Noor Salman statements in hands of Orlando federal judge

By Jerry Hume and Bailey Myers, Team Coverage
Last Updated: Friday, December 22, 2017, 4:50 PM EST

An Orlando federal judge is now deciding which statements made by Noor Salman, the Pulse gunman's wife, to law enforcement can be used at her upcoming trial.

  • Judge to decide which statements by Noor Salman will be heard in court
  • Salman is wife of Pulse shooter Omar Mateen
  • She's charged with aiding and abetting her husband
  • 2-day hearing in Orlando federal court to decide on statements
  • RELATED: Pulse shooter's wife gets emotional during crucial hearing

A crucial two-day hearing wrapped up Friday morning at the U.S. District Court in downtown Orlando. Attorneys from both sides made their closing arguments in the hearing to suppress evidence against Salman.  

Lawyers for Salman filed a motion to suppress statements she made to law enforcement in the hours following the June 12, 2016 nightclub attack.

The U.S. attorneys relied on the testimony from law enforcement and FBI agents, who were the first to talk with Salman outside her Ft. Pierce home in the early morning hours following the Pulse Nightclub attack on June 12.

Prosecutors argued that throughout her encounter with law enforcement Salman voluntarily consented to talk outside her apartment, stay in a cop car for a period of time and talk to police before voluntarily riding with FBI agents to their headquarters for futher questioning.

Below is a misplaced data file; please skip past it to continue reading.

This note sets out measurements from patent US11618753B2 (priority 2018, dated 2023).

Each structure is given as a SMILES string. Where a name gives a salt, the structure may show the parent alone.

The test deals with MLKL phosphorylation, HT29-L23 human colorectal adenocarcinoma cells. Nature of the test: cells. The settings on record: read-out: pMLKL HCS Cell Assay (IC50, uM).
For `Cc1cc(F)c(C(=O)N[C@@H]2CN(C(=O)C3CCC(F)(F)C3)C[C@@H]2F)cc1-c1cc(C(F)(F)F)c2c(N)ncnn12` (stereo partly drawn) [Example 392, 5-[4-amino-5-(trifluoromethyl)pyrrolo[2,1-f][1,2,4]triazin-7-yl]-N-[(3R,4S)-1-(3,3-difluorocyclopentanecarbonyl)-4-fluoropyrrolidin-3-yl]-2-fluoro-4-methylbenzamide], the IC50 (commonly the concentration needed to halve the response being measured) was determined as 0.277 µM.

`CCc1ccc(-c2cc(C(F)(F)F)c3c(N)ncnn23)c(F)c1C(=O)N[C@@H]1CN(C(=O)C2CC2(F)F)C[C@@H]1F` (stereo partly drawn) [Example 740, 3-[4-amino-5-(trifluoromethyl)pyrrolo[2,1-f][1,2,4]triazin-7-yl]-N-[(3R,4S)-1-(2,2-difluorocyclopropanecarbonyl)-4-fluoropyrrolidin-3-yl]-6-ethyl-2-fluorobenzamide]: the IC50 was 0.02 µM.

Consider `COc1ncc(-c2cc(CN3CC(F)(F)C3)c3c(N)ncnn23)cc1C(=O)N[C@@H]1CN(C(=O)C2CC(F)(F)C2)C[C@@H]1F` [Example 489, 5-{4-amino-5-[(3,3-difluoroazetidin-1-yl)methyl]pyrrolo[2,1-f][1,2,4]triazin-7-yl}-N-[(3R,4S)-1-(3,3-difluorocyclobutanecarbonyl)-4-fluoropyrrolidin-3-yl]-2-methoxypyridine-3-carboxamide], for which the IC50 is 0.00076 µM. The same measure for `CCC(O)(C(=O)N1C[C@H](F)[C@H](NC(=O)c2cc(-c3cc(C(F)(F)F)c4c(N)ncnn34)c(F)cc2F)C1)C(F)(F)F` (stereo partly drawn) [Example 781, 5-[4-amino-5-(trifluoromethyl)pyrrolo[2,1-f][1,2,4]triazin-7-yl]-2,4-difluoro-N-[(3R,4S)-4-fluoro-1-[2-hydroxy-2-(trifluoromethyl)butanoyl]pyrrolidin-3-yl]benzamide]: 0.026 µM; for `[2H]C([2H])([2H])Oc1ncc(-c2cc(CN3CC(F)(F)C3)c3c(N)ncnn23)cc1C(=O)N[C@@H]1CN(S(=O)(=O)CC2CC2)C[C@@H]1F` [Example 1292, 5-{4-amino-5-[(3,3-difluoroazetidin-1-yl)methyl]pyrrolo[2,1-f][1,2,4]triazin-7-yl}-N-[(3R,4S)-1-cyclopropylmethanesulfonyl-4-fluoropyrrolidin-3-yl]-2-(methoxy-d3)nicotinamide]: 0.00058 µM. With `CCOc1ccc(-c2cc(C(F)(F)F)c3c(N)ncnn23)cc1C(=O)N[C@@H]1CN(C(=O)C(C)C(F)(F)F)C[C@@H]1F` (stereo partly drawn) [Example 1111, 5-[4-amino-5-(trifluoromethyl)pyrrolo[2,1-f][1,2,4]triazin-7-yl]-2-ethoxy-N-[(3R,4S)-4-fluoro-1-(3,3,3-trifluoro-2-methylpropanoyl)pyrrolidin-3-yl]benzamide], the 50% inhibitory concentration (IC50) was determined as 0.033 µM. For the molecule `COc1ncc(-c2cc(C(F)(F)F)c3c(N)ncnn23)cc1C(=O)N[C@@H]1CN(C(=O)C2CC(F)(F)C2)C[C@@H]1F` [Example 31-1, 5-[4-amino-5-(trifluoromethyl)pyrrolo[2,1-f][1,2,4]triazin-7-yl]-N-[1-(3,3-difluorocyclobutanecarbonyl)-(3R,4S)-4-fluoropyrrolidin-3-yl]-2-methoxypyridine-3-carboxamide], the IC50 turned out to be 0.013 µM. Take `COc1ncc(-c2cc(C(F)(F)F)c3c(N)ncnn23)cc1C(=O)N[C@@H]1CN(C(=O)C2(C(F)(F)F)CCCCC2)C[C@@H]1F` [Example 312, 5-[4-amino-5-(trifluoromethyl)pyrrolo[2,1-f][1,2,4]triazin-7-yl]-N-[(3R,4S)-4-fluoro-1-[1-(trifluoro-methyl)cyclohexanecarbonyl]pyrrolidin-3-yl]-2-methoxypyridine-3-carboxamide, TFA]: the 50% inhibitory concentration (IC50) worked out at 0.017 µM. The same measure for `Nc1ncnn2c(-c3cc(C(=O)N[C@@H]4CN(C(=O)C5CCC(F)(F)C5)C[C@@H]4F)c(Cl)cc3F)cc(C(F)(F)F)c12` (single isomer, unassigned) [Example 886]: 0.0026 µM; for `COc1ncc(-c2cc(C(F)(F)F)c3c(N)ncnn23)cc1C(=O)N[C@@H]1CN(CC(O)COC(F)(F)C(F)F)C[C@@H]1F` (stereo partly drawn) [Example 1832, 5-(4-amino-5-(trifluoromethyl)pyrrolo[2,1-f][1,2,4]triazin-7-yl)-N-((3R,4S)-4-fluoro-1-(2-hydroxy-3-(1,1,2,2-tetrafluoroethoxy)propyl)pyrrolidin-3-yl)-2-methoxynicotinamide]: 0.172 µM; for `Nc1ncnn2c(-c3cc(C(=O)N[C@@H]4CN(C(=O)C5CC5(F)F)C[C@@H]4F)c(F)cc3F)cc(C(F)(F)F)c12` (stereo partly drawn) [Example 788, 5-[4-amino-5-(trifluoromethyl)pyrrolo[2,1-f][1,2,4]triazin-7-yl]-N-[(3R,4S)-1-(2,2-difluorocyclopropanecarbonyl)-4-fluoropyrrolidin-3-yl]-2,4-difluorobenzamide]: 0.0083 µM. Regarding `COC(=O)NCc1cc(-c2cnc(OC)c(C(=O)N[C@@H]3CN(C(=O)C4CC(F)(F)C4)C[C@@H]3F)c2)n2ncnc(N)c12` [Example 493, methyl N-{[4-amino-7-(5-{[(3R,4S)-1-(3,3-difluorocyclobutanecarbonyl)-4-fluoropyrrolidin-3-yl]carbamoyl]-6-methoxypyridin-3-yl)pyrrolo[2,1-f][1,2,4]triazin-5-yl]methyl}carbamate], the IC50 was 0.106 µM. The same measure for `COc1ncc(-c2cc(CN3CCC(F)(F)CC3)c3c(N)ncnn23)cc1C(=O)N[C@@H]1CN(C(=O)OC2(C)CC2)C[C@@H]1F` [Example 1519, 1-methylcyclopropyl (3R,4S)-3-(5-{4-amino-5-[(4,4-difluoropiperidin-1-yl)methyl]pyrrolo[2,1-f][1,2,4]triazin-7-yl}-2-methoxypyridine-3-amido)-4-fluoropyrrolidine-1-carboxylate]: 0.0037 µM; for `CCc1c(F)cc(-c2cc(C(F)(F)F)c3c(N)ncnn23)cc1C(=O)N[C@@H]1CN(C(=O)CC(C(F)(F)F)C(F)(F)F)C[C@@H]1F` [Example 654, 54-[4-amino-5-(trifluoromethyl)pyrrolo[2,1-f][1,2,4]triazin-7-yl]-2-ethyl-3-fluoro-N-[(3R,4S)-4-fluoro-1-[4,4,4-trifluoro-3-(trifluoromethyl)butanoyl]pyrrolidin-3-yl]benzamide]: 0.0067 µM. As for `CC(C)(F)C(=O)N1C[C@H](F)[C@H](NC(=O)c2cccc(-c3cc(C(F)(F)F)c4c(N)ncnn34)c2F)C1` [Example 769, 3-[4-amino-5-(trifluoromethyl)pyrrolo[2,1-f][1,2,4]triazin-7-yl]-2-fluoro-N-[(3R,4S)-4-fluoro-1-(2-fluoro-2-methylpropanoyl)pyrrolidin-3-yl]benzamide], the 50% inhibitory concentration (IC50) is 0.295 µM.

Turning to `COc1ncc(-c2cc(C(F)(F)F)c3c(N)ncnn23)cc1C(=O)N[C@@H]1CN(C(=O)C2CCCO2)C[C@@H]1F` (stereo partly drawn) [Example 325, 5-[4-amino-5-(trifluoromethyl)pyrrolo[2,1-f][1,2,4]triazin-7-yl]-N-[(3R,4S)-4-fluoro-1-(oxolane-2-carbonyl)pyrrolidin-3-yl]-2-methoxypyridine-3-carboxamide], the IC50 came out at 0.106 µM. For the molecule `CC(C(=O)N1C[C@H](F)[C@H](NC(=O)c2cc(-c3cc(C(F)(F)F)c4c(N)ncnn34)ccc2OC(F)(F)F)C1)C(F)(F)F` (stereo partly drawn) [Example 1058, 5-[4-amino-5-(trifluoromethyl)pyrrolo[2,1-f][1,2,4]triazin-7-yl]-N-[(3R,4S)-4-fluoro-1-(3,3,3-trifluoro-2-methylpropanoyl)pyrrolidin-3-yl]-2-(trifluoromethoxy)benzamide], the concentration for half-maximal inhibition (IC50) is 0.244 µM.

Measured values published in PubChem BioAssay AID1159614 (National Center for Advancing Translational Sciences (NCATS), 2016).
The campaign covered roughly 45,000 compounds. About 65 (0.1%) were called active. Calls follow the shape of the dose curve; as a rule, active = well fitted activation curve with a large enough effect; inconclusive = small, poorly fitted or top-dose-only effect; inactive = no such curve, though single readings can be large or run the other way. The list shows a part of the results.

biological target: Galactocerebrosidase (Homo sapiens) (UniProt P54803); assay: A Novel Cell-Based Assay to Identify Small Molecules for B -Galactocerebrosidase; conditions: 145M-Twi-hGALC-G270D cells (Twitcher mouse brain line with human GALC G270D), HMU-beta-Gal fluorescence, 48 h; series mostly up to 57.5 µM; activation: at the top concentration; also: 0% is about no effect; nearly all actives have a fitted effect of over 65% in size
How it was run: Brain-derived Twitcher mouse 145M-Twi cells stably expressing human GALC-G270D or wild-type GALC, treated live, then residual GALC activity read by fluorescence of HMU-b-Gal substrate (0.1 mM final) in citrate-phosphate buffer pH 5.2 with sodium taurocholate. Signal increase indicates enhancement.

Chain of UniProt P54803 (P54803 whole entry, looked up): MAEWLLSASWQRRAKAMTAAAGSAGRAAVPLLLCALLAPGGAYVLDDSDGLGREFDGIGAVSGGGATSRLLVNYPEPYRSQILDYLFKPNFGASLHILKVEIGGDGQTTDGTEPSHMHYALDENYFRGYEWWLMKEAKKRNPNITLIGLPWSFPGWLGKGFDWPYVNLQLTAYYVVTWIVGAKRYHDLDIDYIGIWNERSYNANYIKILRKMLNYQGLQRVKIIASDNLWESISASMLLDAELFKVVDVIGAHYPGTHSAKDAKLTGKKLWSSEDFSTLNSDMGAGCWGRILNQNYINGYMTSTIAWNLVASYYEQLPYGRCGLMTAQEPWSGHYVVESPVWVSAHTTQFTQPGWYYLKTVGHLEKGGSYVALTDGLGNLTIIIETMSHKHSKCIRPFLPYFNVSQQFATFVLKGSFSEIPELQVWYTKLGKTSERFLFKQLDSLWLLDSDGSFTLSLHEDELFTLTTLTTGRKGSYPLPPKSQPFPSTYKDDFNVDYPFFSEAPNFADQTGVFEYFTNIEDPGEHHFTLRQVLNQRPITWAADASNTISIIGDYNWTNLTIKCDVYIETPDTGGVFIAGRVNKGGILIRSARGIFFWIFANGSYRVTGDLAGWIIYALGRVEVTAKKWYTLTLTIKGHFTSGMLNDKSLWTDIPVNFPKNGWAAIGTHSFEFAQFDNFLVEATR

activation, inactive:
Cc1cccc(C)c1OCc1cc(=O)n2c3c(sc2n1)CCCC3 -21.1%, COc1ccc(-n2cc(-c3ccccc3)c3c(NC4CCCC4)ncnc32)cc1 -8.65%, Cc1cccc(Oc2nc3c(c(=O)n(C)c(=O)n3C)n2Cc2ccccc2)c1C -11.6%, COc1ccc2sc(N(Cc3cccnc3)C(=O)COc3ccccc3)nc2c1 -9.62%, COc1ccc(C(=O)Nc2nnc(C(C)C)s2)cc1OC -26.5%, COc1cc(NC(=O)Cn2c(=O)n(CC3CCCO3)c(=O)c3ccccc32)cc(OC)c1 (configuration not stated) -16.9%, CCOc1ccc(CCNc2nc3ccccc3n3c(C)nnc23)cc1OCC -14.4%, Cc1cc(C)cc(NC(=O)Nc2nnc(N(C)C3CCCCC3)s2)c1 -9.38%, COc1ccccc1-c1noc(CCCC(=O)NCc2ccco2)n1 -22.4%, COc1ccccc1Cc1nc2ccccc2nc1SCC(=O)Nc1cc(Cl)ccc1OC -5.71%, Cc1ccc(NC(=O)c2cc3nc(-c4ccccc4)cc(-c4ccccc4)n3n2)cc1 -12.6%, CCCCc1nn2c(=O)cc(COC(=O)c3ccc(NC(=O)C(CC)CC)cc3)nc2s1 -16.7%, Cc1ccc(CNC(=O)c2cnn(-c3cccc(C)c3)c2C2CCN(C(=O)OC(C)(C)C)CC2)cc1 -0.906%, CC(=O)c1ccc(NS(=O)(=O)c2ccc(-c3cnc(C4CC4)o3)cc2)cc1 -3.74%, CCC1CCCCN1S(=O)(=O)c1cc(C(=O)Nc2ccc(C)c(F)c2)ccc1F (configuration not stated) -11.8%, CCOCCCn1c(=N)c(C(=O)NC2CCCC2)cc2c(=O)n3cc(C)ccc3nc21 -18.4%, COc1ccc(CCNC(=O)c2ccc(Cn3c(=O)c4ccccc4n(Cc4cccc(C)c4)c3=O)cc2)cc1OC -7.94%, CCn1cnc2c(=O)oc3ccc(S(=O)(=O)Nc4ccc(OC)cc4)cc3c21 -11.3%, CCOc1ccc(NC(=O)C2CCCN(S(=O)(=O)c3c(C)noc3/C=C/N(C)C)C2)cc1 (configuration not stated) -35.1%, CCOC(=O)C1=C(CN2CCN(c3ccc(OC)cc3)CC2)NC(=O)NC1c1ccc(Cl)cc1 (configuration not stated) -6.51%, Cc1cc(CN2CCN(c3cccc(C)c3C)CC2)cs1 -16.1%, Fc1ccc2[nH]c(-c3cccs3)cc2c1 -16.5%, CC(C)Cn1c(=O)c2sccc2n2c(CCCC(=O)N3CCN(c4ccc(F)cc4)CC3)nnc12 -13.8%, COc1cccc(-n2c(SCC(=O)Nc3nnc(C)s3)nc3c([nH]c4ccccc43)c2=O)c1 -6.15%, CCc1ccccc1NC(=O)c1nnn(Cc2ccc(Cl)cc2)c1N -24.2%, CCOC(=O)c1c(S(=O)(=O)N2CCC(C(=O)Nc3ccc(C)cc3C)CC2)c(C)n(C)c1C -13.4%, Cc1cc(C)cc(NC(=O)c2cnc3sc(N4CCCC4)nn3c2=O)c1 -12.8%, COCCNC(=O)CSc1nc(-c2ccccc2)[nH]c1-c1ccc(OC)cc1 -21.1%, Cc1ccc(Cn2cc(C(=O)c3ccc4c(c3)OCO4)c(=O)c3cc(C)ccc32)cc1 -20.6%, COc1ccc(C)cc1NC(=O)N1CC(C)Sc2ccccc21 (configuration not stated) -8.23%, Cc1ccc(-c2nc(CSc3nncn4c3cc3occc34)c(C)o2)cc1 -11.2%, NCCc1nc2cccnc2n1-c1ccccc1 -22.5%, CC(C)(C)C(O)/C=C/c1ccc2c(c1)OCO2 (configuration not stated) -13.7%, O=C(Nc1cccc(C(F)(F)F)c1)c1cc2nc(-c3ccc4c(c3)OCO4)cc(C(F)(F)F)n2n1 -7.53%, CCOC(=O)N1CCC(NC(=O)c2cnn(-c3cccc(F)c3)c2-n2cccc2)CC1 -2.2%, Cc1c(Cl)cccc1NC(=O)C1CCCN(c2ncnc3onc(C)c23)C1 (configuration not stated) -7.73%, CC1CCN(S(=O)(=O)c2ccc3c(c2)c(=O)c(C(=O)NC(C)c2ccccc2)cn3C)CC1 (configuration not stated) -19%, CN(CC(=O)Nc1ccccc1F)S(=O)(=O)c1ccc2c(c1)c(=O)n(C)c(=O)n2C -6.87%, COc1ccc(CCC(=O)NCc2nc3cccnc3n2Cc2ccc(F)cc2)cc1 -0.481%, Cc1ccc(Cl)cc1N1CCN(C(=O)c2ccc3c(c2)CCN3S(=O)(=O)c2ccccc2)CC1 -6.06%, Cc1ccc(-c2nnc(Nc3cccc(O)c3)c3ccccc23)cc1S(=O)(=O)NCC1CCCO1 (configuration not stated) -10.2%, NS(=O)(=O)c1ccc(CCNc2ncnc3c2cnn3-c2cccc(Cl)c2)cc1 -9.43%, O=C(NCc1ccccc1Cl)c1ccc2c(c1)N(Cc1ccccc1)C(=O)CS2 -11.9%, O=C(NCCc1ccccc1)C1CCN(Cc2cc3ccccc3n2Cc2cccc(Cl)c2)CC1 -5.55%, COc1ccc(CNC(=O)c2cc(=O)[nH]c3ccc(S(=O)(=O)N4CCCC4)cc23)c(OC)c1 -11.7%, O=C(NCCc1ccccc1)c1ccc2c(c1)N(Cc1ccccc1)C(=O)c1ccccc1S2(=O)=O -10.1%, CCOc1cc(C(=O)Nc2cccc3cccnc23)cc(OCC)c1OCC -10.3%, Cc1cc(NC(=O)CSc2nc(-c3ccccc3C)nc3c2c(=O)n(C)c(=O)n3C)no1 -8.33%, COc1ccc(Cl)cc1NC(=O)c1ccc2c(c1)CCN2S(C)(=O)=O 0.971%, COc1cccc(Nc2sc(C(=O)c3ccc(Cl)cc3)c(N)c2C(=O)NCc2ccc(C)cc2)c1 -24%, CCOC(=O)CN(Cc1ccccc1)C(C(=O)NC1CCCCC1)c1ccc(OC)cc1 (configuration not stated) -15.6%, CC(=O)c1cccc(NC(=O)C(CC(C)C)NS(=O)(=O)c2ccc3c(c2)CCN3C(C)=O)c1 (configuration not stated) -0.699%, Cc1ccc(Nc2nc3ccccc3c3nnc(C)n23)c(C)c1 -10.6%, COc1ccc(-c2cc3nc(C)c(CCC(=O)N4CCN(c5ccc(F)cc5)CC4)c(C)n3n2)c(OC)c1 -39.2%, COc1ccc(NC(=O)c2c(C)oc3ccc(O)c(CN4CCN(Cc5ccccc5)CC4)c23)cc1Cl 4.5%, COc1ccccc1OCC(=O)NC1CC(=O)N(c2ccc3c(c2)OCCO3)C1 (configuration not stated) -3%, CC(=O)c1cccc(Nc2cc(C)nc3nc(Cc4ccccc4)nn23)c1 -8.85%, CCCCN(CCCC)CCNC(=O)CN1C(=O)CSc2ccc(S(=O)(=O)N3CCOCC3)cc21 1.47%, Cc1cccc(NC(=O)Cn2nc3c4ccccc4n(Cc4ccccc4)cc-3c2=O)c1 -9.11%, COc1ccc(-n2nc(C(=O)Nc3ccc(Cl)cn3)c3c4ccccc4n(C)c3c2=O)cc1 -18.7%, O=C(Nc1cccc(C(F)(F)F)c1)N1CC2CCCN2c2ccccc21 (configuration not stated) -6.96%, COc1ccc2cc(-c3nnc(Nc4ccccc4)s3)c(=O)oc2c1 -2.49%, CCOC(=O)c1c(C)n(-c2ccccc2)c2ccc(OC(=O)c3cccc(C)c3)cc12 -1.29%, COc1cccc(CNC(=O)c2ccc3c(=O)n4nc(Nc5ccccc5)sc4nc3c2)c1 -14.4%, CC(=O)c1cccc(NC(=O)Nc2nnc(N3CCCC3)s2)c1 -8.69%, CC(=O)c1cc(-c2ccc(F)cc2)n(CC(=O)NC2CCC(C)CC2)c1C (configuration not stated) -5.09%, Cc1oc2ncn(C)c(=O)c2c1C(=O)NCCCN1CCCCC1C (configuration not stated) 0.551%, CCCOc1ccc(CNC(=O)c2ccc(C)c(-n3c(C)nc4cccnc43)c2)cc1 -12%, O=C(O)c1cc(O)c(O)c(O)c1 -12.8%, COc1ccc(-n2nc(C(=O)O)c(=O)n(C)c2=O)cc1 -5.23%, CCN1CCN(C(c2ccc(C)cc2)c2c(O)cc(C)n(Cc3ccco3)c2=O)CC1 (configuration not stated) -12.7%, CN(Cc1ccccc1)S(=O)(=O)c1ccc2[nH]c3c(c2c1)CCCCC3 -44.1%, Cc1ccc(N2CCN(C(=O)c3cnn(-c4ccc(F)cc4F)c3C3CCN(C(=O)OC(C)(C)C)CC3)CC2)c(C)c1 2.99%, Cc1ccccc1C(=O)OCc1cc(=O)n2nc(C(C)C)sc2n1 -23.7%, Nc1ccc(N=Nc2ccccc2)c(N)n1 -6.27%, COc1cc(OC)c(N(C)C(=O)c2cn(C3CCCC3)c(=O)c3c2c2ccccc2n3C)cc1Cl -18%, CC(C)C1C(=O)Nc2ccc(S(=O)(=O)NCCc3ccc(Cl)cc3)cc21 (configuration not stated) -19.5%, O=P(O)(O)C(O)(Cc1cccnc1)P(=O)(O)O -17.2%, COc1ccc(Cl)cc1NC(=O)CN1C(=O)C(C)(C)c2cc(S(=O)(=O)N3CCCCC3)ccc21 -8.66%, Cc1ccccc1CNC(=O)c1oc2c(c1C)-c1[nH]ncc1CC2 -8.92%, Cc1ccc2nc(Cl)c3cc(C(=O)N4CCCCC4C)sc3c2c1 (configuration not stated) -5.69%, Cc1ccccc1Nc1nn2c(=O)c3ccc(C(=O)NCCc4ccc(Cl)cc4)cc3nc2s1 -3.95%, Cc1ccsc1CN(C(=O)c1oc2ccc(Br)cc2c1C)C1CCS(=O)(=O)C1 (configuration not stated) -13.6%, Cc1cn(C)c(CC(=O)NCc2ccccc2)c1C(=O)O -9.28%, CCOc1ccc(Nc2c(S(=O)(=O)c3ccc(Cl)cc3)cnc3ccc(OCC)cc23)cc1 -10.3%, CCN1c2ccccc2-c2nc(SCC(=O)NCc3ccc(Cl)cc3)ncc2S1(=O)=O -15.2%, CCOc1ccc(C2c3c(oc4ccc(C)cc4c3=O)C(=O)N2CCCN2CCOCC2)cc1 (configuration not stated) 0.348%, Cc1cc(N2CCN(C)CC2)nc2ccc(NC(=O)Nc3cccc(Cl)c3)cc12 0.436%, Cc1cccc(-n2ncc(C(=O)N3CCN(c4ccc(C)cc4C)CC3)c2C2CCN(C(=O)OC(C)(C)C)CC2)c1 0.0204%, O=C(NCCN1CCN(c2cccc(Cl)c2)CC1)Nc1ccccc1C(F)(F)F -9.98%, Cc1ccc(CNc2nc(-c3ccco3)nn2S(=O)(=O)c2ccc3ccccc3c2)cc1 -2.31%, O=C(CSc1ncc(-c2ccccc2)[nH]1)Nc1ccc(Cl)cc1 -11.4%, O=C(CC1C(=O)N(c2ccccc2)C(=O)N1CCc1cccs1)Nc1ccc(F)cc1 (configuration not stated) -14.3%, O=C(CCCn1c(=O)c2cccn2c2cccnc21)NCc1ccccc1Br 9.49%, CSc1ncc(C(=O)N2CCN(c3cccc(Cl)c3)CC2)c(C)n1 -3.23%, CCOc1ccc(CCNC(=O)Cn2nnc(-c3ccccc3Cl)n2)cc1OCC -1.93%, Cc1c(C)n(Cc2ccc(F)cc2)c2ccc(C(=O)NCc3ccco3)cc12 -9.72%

They say Salman admitted she knew what was going to happen at Pulse nightclub and she didn’t do anything to stop it. The prosecuters argued she voluntarily provided information they now believe to be evidence that she knew about her husband's intentions and supported him through it.    

However, Salman’s attorneys say she was not arrested nor read her Miranda rights prior to the statements, so they should not be allowed at her trial.

"Those statements that she made are essential, and that's going to be a large part of this entire case," said Orlando lawyer Mark Nejame, who is not involved with the trial. "Her words are basically the noose that could be tied around her neck. Also, if those statements go away, it may be very hard to prosecute her."

Salman's defense attorneys argued she was in a situation where she felt she was being detained by law enforcement and said all those statements she made were illegally obtained because she was never arrested, but felt forced to provide them with answers to their questions.

In court on Thursday, a FBI agent testified Salman changed her story after polygraph results came in, and she admitted to being with her husband, Omar Mateen, when he drove around Pulse the week before.

Judge Paul Byron said he will review the testimony and the arguments and render a decision in the near future. However, the case will move forward to trial in early 2018.

Salman has been charged with obstruction of justice and aiding and abetting Mateen, who pledged allegiance to the Islamic State terror group during the massacre.

There was some discussion about Salman taking the stand during the suppression hearing, but ultimately, her attorneys decided not to have her testify.